The other day Emily pulled out her Play-Doh and got to work on the office floor. The office doubles as our ‘homeschool room’ and so all of her crafts, educational books, computer, et cetera are in here.
Recently she was looking for ‘something sharp’ to cut her dough with and discovered an Xacto blade in my pen drawer. I was nervous at first, the thing is pretty damn sharp, and I was worried she would cut herself, leave it out for me to step on, or stab something or someone horribly.
Instead, she has handled it quite responsibly, including replacing the blade when it fell out…twice. I didn’t even know it had happened the first time. I saw her, blade in one hand and handle in the other the second time – “Oh wow, can I please do that, Emily?”
Her answer was calm and self-assured, “I’ve done this before, Mama, I just need to put the sharp part back in to the stick.” She did this, and I asked for her to hand it to me. “Mama, it’s okay, I did it.”
“Yes, you did, sweetie. And it was a very good job of putting it back together, but I wanted to tighten it, so it doesn’t keep falling out.”
She accepted this and moved on to removing some dried up modeling clay from her molds, which made quite a mess on the floor. After she finished playing with her dough I said, “I think we need to vacuum, sweetie. I’ll get the handheld and plug it in for you.”
Emily brightened up, got positively bouncy, and said, “Okay!” She then had a great time vacuuming up every little speck of mess.
I smile at all of this because the ‘legend’ goes that I learned to vacuum at the age of four, after I crumbled up my Play-Doh in my yellow and white shag carpet. At the age of five, (heck, even as young as two), I have considered it an essential part of Emily’s upbringing to include ‘life skills’ in the homeschool regimen.
- Cleaning her room – regular clearing and organizing of toys has encouraged her to learn that everything should have its assigned place, that it is easier to play in her room (which is the smallest room in the house when a majority of her toys are put away neatly and easy to find the next time she wants to use them. It also helps her learn basic organizational skills early on. As a professional organizer I meet a great deal of people who are deeply intimidated by clutter – to the point of not being willing to tackle it. An organized room leads to less distraction, less stress, and a rising feeling of self-esteem that yes, she can organize it on her own.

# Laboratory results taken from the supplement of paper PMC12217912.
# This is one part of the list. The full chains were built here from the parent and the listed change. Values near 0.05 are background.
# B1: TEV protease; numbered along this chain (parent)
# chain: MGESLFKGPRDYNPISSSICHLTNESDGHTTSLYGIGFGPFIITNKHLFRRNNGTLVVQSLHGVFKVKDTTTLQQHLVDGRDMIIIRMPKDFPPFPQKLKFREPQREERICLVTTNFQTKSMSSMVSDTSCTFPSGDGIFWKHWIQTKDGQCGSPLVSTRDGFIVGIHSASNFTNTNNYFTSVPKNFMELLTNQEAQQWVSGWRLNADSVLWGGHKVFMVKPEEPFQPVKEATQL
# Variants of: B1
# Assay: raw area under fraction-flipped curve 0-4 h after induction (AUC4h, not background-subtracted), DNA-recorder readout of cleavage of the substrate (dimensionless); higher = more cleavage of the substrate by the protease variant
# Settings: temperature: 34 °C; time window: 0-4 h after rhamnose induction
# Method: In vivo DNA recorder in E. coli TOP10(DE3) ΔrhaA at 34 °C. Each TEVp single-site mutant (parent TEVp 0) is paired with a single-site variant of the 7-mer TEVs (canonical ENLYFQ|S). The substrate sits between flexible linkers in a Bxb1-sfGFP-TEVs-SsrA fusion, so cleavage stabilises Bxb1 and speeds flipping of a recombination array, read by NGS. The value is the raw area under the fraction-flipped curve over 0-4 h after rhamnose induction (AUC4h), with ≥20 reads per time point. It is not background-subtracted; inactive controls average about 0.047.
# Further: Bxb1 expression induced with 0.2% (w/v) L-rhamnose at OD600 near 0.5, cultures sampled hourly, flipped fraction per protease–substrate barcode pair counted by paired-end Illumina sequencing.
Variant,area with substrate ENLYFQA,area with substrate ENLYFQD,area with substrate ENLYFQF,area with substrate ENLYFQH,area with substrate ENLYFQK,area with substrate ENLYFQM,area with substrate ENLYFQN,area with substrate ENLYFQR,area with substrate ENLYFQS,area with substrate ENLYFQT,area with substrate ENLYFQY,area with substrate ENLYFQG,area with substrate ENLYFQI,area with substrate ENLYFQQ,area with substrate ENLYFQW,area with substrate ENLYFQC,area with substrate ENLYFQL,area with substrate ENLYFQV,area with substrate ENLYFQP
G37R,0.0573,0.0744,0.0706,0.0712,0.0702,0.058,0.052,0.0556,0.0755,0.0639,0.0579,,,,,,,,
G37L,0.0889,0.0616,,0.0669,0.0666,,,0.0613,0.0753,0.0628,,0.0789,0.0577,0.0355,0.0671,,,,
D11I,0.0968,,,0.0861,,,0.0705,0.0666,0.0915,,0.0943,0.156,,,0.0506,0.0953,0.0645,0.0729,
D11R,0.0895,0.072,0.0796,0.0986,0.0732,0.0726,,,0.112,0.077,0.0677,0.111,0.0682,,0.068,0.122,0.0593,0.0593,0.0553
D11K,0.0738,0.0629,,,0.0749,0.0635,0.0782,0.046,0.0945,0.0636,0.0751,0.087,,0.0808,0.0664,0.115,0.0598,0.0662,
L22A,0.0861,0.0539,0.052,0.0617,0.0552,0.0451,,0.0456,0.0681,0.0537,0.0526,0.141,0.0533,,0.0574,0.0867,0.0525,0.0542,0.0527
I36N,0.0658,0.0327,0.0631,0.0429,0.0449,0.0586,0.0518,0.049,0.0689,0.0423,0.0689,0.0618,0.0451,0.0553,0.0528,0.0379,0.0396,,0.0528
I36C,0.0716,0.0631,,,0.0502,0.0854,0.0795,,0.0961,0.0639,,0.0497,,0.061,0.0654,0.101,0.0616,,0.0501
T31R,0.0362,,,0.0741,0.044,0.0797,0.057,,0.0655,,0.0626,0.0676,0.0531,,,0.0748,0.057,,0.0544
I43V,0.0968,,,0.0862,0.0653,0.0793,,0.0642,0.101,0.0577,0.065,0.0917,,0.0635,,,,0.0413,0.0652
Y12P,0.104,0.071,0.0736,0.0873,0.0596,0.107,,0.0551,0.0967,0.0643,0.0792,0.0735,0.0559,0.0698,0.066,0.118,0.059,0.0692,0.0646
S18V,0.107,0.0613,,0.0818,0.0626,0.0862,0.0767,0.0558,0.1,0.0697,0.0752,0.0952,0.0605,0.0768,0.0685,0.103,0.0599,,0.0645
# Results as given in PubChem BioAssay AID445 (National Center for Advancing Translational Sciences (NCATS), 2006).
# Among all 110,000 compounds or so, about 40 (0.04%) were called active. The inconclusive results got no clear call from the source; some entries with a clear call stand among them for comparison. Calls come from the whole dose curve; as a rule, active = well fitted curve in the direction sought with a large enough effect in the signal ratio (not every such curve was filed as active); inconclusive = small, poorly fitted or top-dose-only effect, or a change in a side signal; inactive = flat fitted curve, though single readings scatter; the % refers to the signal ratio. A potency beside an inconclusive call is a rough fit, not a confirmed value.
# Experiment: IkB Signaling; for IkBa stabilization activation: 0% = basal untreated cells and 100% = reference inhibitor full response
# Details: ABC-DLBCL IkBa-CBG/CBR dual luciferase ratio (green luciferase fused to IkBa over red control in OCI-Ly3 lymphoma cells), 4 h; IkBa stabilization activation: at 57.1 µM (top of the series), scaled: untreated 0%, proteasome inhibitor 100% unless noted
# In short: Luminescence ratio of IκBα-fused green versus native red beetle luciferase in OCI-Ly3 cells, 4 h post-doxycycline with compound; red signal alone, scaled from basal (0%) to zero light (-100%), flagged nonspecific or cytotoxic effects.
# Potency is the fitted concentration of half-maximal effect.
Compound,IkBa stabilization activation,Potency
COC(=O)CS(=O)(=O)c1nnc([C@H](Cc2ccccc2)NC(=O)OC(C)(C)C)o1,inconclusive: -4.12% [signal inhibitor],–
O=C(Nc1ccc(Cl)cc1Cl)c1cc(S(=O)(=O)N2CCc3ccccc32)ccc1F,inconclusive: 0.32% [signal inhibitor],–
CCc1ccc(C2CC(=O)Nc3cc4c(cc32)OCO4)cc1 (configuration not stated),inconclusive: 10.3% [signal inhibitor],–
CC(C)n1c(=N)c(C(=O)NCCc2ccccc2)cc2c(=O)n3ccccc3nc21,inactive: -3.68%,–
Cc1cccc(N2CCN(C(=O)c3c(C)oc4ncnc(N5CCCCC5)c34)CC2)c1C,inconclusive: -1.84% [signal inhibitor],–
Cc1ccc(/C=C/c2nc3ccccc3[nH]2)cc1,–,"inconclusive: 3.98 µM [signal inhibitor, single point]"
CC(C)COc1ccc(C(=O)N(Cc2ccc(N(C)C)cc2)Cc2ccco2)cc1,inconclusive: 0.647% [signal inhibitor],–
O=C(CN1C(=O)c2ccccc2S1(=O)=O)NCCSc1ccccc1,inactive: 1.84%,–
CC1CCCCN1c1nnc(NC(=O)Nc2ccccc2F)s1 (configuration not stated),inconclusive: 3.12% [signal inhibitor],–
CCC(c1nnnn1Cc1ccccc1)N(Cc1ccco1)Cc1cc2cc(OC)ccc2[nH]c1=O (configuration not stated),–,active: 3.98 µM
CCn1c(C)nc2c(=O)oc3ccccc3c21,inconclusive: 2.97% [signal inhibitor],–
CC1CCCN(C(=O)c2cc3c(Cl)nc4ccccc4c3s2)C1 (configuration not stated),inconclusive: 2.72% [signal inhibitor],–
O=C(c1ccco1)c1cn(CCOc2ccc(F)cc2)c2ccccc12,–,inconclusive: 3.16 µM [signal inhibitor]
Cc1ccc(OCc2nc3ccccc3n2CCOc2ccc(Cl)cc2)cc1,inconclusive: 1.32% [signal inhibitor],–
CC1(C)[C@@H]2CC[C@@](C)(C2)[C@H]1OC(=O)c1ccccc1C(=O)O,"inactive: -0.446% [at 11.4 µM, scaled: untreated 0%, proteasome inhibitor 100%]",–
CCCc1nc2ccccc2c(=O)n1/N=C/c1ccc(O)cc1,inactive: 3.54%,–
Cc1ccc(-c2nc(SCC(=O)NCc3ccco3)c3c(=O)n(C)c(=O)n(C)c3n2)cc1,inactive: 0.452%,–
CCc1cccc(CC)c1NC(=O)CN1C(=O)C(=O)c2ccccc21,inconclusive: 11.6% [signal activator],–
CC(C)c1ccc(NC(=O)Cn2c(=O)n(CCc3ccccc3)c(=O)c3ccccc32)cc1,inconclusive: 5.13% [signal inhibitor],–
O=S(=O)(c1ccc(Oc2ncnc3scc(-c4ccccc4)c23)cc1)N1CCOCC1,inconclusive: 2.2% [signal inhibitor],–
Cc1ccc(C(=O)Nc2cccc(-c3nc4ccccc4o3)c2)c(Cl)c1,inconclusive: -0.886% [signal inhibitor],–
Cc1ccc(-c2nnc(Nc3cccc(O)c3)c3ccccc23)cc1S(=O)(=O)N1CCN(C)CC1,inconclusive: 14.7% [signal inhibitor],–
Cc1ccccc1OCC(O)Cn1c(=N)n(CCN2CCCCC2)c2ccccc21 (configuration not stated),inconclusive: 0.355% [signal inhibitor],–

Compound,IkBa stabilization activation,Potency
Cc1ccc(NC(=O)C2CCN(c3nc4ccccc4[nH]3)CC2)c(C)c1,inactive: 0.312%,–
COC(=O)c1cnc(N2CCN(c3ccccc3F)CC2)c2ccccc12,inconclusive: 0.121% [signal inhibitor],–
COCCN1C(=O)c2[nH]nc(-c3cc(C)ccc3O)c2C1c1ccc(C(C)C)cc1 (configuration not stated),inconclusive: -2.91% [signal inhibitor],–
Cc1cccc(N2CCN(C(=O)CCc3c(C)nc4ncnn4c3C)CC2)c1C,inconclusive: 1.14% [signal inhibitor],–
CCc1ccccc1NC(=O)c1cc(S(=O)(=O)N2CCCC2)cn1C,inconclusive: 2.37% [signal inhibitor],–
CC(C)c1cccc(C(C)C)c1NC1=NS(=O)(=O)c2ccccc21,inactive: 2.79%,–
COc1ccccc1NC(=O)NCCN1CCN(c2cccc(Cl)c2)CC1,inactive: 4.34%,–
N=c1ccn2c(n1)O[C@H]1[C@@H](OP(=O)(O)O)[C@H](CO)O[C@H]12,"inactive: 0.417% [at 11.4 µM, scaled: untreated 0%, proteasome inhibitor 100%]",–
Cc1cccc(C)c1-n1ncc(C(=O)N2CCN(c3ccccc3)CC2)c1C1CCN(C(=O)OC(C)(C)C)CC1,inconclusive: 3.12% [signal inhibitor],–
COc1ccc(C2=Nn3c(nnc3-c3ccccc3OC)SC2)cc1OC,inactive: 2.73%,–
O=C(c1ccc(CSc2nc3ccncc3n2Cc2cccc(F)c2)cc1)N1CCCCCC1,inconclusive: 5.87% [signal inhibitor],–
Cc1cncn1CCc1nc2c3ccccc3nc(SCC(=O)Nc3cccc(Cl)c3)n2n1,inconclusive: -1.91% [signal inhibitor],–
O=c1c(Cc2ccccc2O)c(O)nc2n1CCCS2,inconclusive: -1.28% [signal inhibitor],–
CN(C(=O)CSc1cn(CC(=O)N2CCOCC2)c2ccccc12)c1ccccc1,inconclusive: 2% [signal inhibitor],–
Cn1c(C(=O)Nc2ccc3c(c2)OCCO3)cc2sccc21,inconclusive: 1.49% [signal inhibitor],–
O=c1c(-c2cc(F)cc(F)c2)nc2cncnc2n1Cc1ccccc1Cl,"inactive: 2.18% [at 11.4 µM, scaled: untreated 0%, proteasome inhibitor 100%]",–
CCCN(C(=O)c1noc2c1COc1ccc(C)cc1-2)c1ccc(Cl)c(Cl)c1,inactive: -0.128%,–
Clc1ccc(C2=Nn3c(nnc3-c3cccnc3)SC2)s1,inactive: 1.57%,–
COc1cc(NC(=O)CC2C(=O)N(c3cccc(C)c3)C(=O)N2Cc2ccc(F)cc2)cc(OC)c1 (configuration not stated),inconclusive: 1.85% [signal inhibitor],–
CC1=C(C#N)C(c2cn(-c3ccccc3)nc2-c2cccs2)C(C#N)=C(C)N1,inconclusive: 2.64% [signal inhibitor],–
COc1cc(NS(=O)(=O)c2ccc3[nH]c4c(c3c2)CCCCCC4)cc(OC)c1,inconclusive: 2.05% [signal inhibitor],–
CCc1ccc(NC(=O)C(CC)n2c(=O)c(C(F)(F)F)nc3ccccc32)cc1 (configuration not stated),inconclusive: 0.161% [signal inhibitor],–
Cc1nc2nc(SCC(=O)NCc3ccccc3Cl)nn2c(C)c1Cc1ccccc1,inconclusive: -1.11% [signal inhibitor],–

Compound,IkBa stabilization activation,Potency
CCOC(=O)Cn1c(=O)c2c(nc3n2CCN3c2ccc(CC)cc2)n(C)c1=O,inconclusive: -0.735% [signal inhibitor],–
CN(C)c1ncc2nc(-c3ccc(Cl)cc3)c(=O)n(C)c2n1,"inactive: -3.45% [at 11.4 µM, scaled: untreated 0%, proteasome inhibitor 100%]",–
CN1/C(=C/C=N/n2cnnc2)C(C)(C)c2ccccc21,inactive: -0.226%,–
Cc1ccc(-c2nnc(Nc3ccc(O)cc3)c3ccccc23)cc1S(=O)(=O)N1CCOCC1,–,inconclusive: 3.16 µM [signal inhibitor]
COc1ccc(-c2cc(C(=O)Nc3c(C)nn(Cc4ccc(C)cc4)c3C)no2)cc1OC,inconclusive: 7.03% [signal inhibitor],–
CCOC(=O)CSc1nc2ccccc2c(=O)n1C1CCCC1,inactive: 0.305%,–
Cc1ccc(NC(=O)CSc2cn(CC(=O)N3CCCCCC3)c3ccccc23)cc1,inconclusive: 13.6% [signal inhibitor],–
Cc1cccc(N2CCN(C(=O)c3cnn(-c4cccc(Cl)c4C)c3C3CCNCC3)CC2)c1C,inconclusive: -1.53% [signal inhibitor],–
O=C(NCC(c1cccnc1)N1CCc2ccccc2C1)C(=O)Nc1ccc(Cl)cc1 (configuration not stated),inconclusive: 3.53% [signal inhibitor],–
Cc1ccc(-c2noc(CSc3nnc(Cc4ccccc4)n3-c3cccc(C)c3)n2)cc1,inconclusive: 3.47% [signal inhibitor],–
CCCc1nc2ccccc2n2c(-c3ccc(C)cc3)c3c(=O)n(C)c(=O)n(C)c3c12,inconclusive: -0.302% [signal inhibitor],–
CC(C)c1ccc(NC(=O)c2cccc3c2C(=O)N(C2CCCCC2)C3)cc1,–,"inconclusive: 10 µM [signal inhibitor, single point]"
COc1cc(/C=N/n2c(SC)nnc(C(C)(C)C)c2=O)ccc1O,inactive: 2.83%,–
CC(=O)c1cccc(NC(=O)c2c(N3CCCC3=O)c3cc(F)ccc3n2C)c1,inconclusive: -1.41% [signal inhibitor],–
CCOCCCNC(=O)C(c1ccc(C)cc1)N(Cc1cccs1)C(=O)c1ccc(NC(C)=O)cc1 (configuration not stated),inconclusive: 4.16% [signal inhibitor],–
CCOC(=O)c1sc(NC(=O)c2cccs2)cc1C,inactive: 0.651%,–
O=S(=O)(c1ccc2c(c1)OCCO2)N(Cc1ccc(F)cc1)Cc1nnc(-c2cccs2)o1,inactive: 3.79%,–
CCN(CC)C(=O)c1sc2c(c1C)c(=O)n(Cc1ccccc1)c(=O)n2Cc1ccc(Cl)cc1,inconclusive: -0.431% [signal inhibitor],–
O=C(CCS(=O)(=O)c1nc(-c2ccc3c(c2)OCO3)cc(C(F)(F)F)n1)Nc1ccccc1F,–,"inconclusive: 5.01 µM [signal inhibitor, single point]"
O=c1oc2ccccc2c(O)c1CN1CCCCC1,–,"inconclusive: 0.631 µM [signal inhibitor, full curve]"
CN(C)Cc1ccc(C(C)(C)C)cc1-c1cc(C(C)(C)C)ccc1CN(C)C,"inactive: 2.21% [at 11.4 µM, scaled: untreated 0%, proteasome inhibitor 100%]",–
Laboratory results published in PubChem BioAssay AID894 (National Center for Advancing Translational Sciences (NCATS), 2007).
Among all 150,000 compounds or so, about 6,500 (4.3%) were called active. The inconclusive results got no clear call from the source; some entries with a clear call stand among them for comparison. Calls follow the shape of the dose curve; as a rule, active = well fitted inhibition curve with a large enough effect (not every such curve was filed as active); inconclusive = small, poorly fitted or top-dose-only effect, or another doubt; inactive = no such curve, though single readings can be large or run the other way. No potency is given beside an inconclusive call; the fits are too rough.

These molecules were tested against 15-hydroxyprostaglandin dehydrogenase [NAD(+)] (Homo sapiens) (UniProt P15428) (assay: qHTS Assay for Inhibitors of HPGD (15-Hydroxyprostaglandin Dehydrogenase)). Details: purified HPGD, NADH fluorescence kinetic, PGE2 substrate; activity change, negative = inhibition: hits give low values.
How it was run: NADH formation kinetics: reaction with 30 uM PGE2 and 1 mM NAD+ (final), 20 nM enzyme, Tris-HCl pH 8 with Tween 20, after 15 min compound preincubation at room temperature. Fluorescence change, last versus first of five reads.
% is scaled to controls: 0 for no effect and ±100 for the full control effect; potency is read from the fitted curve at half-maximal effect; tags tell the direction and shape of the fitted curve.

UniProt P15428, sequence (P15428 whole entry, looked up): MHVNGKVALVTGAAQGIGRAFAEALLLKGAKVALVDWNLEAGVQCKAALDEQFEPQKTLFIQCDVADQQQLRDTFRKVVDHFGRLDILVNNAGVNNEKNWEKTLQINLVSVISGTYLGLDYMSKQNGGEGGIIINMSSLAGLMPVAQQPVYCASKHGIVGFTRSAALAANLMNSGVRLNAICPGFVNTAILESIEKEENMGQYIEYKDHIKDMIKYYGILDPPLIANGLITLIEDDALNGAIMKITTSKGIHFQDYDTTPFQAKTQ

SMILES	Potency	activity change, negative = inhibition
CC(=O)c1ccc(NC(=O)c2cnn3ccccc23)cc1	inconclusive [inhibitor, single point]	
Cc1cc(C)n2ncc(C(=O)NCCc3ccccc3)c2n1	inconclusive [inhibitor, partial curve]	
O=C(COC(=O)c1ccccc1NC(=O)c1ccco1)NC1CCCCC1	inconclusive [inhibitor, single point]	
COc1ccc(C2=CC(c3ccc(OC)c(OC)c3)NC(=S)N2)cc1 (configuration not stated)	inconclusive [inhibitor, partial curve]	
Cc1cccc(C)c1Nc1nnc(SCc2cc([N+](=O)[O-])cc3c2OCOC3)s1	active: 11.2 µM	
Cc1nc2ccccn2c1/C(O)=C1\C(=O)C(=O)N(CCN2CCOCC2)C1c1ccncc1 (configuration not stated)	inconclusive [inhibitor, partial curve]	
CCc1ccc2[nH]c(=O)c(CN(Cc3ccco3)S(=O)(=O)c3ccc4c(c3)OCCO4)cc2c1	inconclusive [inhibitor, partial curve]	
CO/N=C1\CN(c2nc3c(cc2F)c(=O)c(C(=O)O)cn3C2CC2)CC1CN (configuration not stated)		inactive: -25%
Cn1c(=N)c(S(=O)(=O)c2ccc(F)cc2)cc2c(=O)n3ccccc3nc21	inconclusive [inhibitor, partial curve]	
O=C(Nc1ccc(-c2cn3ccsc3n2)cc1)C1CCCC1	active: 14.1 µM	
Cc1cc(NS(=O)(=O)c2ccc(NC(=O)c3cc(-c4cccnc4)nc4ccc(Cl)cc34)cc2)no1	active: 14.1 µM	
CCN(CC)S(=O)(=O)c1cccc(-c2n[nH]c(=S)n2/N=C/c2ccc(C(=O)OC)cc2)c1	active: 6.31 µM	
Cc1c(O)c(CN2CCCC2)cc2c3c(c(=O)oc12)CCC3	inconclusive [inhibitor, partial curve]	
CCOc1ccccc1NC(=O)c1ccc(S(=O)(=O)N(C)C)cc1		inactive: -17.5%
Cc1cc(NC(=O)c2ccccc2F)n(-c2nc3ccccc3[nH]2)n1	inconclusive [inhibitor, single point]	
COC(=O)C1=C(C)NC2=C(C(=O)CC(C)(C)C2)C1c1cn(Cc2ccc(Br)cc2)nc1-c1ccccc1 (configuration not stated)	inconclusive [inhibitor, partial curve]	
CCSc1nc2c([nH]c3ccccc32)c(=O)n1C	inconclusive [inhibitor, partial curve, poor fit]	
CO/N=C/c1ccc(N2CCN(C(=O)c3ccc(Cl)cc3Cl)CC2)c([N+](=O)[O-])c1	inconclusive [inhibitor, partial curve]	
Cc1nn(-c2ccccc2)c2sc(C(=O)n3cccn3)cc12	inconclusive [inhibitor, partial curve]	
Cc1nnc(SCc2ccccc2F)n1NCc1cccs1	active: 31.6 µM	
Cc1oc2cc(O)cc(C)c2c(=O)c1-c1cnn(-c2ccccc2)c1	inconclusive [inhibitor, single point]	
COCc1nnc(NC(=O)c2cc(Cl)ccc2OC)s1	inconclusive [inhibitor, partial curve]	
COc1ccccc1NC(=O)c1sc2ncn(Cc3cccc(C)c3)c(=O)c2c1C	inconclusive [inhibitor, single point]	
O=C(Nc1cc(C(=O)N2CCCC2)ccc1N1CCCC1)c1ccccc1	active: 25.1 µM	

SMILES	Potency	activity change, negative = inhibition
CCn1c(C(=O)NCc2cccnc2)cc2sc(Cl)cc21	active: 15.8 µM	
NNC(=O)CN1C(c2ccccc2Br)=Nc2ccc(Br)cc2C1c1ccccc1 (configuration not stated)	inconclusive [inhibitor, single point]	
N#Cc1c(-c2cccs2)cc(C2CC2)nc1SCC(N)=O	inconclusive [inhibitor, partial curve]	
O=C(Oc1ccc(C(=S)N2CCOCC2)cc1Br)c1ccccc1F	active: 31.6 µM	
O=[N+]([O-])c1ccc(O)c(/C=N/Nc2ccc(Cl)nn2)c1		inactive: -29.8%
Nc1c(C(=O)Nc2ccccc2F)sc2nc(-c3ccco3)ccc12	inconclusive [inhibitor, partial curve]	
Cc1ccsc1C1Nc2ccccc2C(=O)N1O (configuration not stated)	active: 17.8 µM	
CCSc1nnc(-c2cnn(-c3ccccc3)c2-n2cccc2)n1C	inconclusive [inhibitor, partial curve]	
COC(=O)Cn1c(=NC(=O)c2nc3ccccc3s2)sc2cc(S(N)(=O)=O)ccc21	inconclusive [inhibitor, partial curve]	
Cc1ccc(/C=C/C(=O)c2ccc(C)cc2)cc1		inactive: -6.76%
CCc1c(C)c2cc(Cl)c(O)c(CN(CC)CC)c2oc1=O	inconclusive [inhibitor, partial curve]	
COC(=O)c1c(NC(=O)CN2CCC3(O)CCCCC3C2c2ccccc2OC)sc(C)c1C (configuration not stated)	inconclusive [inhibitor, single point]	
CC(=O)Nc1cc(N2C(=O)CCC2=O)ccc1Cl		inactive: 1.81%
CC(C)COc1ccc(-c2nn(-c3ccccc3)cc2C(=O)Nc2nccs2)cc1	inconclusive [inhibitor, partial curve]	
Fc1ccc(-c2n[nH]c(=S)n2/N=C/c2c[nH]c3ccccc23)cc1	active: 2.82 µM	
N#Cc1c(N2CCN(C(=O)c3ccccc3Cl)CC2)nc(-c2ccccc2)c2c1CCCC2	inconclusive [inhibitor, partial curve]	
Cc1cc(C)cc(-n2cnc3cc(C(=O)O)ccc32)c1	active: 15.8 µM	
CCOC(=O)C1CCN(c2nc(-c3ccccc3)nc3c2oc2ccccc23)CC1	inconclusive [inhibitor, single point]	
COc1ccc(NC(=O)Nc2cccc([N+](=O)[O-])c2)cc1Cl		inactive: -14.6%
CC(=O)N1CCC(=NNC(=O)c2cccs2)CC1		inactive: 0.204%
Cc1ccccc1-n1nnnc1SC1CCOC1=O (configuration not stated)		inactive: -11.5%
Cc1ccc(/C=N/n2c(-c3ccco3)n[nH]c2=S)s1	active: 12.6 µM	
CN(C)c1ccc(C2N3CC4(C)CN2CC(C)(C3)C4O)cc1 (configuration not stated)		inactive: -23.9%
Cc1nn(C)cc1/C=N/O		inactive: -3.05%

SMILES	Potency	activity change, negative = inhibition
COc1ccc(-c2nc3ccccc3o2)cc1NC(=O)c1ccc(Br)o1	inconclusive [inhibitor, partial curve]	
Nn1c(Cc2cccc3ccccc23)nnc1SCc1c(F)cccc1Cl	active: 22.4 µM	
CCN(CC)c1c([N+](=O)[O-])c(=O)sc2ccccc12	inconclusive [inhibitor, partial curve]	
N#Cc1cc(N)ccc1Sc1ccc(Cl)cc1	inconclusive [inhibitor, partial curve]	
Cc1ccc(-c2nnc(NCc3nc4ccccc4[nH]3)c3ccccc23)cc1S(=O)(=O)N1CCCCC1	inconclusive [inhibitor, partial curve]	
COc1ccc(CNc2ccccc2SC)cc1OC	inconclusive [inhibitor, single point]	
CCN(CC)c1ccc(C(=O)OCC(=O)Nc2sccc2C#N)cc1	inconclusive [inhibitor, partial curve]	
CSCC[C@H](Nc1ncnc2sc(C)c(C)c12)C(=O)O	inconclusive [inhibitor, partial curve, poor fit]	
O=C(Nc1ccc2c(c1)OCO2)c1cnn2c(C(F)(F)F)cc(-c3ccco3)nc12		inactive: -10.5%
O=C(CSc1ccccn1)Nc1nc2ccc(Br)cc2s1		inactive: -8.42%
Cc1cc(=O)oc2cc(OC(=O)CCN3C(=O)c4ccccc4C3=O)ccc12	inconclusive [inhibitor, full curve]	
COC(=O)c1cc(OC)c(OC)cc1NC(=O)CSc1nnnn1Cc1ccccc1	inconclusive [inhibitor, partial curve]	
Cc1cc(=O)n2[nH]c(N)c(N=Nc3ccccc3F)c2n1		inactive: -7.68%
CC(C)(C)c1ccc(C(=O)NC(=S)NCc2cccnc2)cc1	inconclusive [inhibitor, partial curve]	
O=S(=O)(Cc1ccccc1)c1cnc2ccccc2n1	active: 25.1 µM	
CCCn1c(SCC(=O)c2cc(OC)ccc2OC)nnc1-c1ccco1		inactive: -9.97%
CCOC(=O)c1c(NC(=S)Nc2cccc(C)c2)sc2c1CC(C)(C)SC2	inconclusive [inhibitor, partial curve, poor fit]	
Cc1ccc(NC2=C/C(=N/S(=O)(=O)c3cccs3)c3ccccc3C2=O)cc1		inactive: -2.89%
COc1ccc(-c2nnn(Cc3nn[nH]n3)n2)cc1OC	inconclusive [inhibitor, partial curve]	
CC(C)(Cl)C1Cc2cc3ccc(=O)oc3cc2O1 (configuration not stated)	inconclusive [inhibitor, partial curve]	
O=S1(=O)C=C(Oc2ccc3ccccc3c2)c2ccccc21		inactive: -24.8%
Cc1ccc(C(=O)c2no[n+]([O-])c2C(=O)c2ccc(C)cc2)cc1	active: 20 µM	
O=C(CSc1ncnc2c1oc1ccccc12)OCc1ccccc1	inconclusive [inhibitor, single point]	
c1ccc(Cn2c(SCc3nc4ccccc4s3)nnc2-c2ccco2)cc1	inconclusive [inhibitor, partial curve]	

- Sharp, dangerous objects – Obviously I try and use some degree of caution here, but I am learning to step back and allow Emily more leeway in the cutting or smashing (see picture of Emily smashing rocks with a hammer below) of things.
- Age-appropriate, and size-appropriate tasks-I ask Emily for help in watering the Christmas tree, gathering eggs from the chickens, putting away the silverware and plastic (both at her height level),and helping pick up items in the main living areas.
- Baking – for math and for fun – Math, measurement, science, and fun playing in the kitchen combine to make baking and cooking for the family an excellent adventure for all kids. Not to mention it gives them lasting life skills on cooking for themselves. Consider including them in further in-depth adventures like dehydrating foods, canning, and even creating organic herbal recipes for skin care and overall health care.
And here are a few pictures of Emily practicing those life skills…
I was able to say, honestly and happily, “Thank you, Emily. You really helped me out. I had been meaning to vacuum around the FOODY for over a week now. I really appreciate your help!”
Encouraging kids to participate in the mundane day-to-day living involves them in family life, and encourages them to think of themselves as fully interactive members of the family dynamic. I love including her in this, and I love seeing the look of pride on her face at a job well done.
What kind of activities or life skills do you teach your children…and at what age do you teach them?